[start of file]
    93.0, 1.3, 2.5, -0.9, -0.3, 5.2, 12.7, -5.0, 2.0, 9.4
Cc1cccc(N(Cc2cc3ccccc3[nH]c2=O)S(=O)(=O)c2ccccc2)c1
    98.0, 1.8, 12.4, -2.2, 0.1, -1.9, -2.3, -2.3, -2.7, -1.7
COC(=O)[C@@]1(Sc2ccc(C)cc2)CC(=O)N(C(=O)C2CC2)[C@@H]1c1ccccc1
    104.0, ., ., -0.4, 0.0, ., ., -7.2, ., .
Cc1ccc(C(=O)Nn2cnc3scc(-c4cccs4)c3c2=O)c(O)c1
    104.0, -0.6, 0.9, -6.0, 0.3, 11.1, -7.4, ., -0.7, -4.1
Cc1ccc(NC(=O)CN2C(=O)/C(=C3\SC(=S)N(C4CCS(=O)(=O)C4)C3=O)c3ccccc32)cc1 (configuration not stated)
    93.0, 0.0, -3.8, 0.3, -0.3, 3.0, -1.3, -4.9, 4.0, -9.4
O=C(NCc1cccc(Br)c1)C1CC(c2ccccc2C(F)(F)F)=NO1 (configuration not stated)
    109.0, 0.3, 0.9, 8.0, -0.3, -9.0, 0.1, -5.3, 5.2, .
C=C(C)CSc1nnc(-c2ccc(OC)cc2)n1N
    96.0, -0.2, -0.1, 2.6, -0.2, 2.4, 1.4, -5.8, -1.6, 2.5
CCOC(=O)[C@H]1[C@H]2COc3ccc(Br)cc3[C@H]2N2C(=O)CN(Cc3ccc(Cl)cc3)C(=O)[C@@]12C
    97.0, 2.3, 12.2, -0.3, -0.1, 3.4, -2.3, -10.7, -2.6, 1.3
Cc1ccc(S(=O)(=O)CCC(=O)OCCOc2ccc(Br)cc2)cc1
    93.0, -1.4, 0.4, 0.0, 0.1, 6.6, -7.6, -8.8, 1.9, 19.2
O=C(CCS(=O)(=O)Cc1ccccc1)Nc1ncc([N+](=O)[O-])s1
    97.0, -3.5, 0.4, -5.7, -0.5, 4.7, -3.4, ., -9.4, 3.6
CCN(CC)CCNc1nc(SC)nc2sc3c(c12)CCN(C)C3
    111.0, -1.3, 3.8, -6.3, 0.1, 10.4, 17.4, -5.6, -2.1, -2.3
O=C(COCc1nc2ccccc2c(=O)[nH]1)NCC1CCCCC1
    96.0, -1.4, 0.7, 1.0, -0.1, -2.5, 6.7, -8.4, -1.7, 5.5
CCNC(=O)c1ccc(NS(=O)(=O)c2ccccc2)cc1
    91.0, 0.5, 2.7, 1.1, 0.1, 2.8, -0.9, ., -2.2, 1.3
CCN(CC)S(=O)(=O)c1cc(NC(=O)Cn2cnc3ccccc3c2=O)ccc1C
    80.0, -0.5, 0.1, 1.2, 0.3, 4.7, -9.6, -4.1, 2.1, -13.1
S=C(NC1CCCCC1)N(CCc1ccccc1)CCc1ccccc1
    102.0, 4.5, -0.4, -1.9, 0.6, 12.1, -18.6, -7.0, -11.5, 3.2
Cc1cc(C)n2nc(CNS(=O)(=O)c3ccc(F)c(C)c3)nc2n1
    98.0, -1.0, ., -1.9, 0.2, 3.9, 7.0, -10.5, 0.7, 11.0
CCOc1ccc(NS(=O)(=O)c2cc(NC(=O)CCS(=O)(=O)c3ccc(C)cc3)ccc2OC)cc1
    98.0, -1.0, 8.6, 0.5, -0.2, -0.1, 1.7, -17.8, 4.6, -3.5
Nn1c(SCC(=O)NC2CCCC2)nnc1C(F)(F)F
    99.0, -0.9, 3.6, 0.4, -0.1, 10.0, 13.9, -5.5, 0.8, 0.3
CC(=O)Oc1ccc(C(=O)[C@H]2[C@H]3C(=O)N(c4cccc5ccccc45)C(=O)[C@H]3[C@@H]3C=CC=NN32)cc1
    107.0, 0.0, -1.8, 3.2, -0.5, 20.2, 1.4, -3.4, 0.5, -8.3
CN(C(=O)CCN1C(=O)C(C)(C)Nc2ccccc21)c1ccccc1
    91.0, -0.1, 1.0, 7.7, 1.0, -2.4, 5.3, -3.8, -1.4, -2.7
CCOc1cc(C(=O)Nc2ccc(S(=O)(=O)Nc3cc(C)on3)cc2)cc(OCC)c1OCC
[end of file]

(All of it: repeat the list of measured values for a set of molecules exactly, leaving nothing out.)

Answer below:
    93.0, 1.3, 2.5, -0.9, -0.3, 5.2, 12.7, -5.0, 2.0, 9.4
Cc1cccc(N(Cc2cc3ccccc3[nH]c2=O)S(=O)(=O)c2ccccc2)c1
    98.0, 1.8, 12.4, -2.2, 0.1, -1.9, -2.3, -2.3, -2.7, -1.7
COC(=O)[C@@]1(Sc2ccc(C)cc2)CC(=O)N(C(=O)C2CC2)[C@@H]1c1ccccc1
    104.0, ., ., -0.4, 0.0, ., ., -7.2, ., .
Cc1ccc(C(=O)Nn2cnc3scc(-c4cccs4)c3c2=O)c(O)c1
    104.0, -0.6, 0.9, -6.0, 0.3, 11.1, -7.4, ., -0.7, -4.1
Cc1ccc(NC(=O)CN2C(=O)/C(=C3\SC(=S)N(C4CCS(=O)(=O)C4)C3=O)c3ccccc32)cc1 (configuration not stated)
    93.0, 0.0, -3.8, 0.3, -0.3, 3.0, -1.3, -4.9, 4.0, -9.4
O=C(NCc1cccc(Br)c1)C1CC(c2ccccc2C(F)(F)F)=NO1 (configuration not stated)
    109.0, 0.3, 0.9, 8.0, -0.3, -9.0, 0.1, -5.3, 5.2, .
C=C(C)CSc1nnc(-c2ccc(OC)cc2)n1N
    96.0, -0.2, -0.1, 2.6, -0.2, 2.4, 1.4, -5.8, -1.6, 2.5
CCOC(=O)[C@H]1[C@H]2COc3ccc(Br)cc3[C@H]2N2C(=O)CN(Cc3ccc(Cl)cc3)C(=O)[C@@]12C
    97.0, 2.3, 12.2, -0.3, -0.1, 3.4, -2.3, -10.7, -2.6, 1.3
Cc1ccc(S(=O)(=O)CCC(=O)OCCOc2ccc(Br)cc2)cc1
    93.0, -1.4, 0.4, 0.0, 0.1, 6.6, -7.6, -8.8, 1.9, 19.2
O=C(CCS(=O)(=O)Cc1ccccc1)Nc1ncc([N+](=O)[O-])s1
    97.0, -3.5, 0.4, -5.7, -0.5, 4.7, -3.4, ., -9.4, 3.6
CCN(CC)CCNc1nc(SC)nc2sc3c(c12)CCN(C)C3
    111.0, -1.3, 3.8, -6.3, 0.1, 10.4, 17.4, -5.6, -2.1, -2.3
O=C(COCc1nc2ccccc2c(=O)[nH]1)NCC1CCCCC1
    96.0, -1.4, 0.7, 1.0, -0.1, -2.5, 6.7, -8.4, -1.7, 5.5
CCNC(=O)c1ccc(NS(=O)(=O)c2ccccc2)cc1
    91.0, 0.5, 2.7, 1.1, 0.1, 2.8, -0.9, ., -2.2, 1.3
CCN(CC)S(=O)(=O)c1cc(NC(=O)Cn2cnc3ccccc3c2=O)ccc1C
    80.0, -0.5, 0.1, 1.2, 0.3, 4.7, -9.6, -4.1, 2.1, -13.1
S=C(NC1CCCCC1)N(CCc1ccccc1)CCc1ccccc1
    102.0, 4.5, -0.4, -1.9, 0.6, 12.1, -18.6, -7.0, -11.5, 3.2
Cc1cc(C)n2nc(CNS(=O)(=O)c3ccc(F)c(C)c3)nc2n1
    98.0, -1.0, ., -1.9, 0.2, 3.9, 7.0, -10.5, 0.7, 11.0
CCOc1ccc(NS(=O)(=O)c2cc(NC(=O)CCS(=O)(=O)c3ccc(C)cc3)ccc2OC)cc1
    98.0, -1.0, 8.6, 0.5, -0.2, -0.1, 1.7, -17.8, 4.6, -3.5
Nn1c(SCC(=O)NC2CCCC2)nnc1C(F)(F)F
    99.0, -0.9, 3.6, 0.4, -0.1, 10.0, 13.9, -5.5, 0.8, 0.3
CC(=O)Oc1ccc(C(=O)[C@H]2[C@H]3C(=O)N(c4cccc5ccccc45)C(=O)[C@H]3[C@@H]3C=CC=NN32)cc1
    107.0, 0.0, -1.8, 3.2, -0.5, 20.2, 1.4, -3.4, 0.5, -8.3
CN(C(=O)CCN1C(=O)C(C)(C)Nc2ccccc21)c1ccccc1
    91.0, -0.1, 1.0, 7.7, 1.0, -2.4, 5.3, -3.8, -1.4, -2.7
CCOc1cc(C(=O)Nc2ccc(S(=O)(=O)Nc3cc(C)on3)cc2)cc(OCC)c1OCC